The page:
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Single crystal diamond cavities for nanophotonics
Igor Aharonovich, Jonathan Lee, Andrew Magyar, Evelyn Hu

Last modified: 2012-01-03


Abstract- Color centers in diamond offer excellent potential for nano-photonic devices that will enhance our understanding of light-matter interactions in room temperature. In this work we report a successful demonstration of engineering bright, nanometer scale diamond membranes and subsequent fabrication of optical cavities. We show coupling of emitters to microdisk cavities and photonic crystal cavities sculpted of the single crystal diamond membrane.   


Single emitters in diamond, such as the silicon-vacancy (SiV) or the nitrogen vacancy (NV) are promising solid state qubits for realization of quantum communications and nanophotonics applications1. In recent years there has been great progress in engineering and characterizing these defects in ultra pure diamond crystals. However, the challenge of effectively incorporating the emitters into practical photonic structures and devices remains outstanding.

Sculpting optical structures from diamond is often challenging as diamond cannot be readily engineered to have sacrificial layers. Top down approaches to fabricate diamond nanowires by reactive ion etching (RIE) has been demonstrated and the fabrication of diamond photonic crystal cavities has been attempted using a focused ion beam approach. However, the extensive ion damage of the Ga+ ion beam largely interfered with the diamond luminescence. Recently, due to the dramatic improvement in diamond synthesis, thin diamond membranes became commercially available. Using such a membrane, the first diamond microring resonator with a tenfold increase in the radiative decay time was recently engineered 2.

In this work we report a successful demonstration of engineering bright, nanometer scale diamond membranes and subsequent fabrication of optical cavities. In our approach, 1.7 mm thick diamond membranes were generated by forming a sacrificial layer using ion implantation, followed by thermal annealing. These membranes then served as templates for the epitaxial overgrowth of ~ 300 nm of diamond using a microwave chemical vapor deposition (CVD) technique. Remarkably, the regrown films alone reveal the presence of optically active defects, such as SiV or NV centers, as well as good electron spin coherence of the NV. Furthermore, the grown material shows excellent structural characteristics, as was confirmed by Raman spectroscopy.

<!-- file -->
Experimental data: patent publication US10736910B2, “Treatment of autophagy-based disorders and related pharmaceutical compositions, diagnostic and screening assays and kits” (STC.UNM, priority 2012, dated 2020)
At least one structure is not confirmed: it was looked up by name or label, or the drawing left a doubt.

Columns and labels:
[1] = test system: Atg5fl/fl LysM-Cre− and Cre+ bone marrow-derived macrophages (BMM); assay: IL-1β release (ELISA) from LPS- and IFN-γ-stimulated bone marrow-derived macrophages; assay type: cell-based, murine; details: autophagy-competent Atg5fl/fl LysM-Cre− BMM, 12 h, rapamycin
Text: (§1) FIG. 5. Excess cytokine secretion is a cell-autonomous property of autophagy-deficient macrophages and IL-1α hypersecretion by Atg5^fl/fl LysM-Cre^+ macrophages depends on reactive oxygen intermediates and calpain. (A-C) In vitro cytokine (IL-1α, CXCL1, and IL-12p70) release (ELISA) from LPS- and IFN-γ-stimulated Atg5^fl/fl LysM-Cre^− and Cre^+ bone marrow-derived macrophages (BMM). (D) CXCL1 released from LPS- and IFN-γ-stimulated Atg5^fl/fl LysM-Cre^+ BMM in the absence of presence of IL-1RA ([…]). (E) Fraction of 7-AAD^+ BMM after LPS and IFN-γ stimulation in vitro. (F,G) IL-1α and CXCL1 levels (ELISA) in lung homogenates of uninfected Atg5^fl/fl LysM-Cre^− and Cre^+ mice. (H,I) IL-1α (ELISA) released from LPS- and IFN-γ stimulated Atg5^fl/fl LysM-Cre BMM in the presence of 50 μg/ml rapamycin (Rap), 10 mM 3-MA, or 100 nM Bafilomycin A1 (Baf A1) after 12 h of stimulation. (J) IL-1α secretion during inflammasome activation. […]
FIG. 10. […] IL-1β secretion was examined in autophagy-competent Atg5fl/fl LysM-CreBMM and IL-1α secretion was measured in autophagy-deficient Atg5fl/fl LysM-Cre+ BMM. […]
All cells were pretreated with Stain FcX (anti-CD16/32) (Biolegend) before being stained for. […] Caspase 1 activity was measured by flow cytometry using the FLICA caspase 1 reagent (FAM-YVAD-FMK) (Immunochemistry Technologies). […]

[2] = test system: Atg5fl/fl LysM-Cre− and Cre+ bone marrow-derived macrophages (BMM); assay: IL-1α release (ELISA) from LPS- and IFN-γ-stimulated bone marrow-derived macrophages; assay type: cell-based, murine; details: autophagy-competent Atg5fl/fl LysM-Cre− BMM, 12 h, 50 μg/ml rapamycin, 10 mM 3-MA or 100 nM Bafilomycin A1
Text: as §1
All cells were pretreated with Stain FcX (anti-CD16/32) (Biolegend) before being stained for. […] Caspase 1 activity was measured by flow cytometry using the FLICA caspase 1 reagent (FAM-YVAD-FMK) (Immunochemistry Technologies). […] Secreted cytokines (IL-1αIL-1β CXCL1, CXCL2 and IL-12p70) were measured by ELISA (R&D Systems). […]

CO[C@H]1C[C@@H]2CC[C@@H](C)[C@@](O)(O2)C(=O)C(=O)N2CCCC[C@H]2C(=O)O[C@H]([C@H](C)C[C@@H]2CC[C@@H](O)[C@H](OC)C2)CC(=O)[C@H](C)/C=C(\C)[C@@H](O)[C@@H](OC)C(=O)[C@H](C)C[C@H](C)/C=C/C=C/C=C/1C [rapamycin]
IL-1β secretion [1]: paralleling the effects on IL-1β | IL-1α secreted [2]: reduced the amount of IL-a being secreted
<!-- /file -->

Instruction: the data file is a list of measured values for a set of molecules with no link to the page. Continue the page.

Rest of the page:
Microdisk cavities with diameters of 1.5 – 3.5 mm were subsequently formed from the regrown single crystal diamond membranes. Whispering gallery modes (WGMs) with quality factors of ~ 3000 were experimentally measured from the diamond cavities using micro-photoluminescence spectroscopy. Spectral overlap of WGMs with the ZPL of SiV centers was observed and lifetime reduction of the coupled emitter – cavity system was measured 3-4.

To summarize, we presented a comprehensive technique to fabricate optical cavities from single crystal diamond. Developing such a process is critical towards engineering quantum photonic networks in diamond. The demonstration of coupling between color centers in diamond and a single crystal diamond cavity is a crucial step towards “all-diamond” integrated nano-photonic networks. 



1. I. Aharonovich, A. D. Greentree, and S. Prawer, Nat. Photon. 5, 397, (2011).

2. A. Faraon, P. Barclay, C. Santori, K. Fu, and R. Beausoleil, Nature Photon. 5, 301, (2011).

3. J. C. Lee, I. Aharonovich, A. P. Magyar, F. Rol, E. L. Hu arXiv:1111.6852

4. I. Aharonovich, J. C. Lee, A. P. Magyar, B. B. Buckley, C. G. Yale, D. D. Awschalom, and E. L. Hu, Adv. Mater in press, DOI 10.1002/adma.201103932

Acknowledgements The financial support from DARPA, QuEST and AFOSR is gratefully acknowledged.


diamond, nanophotonics, single emitters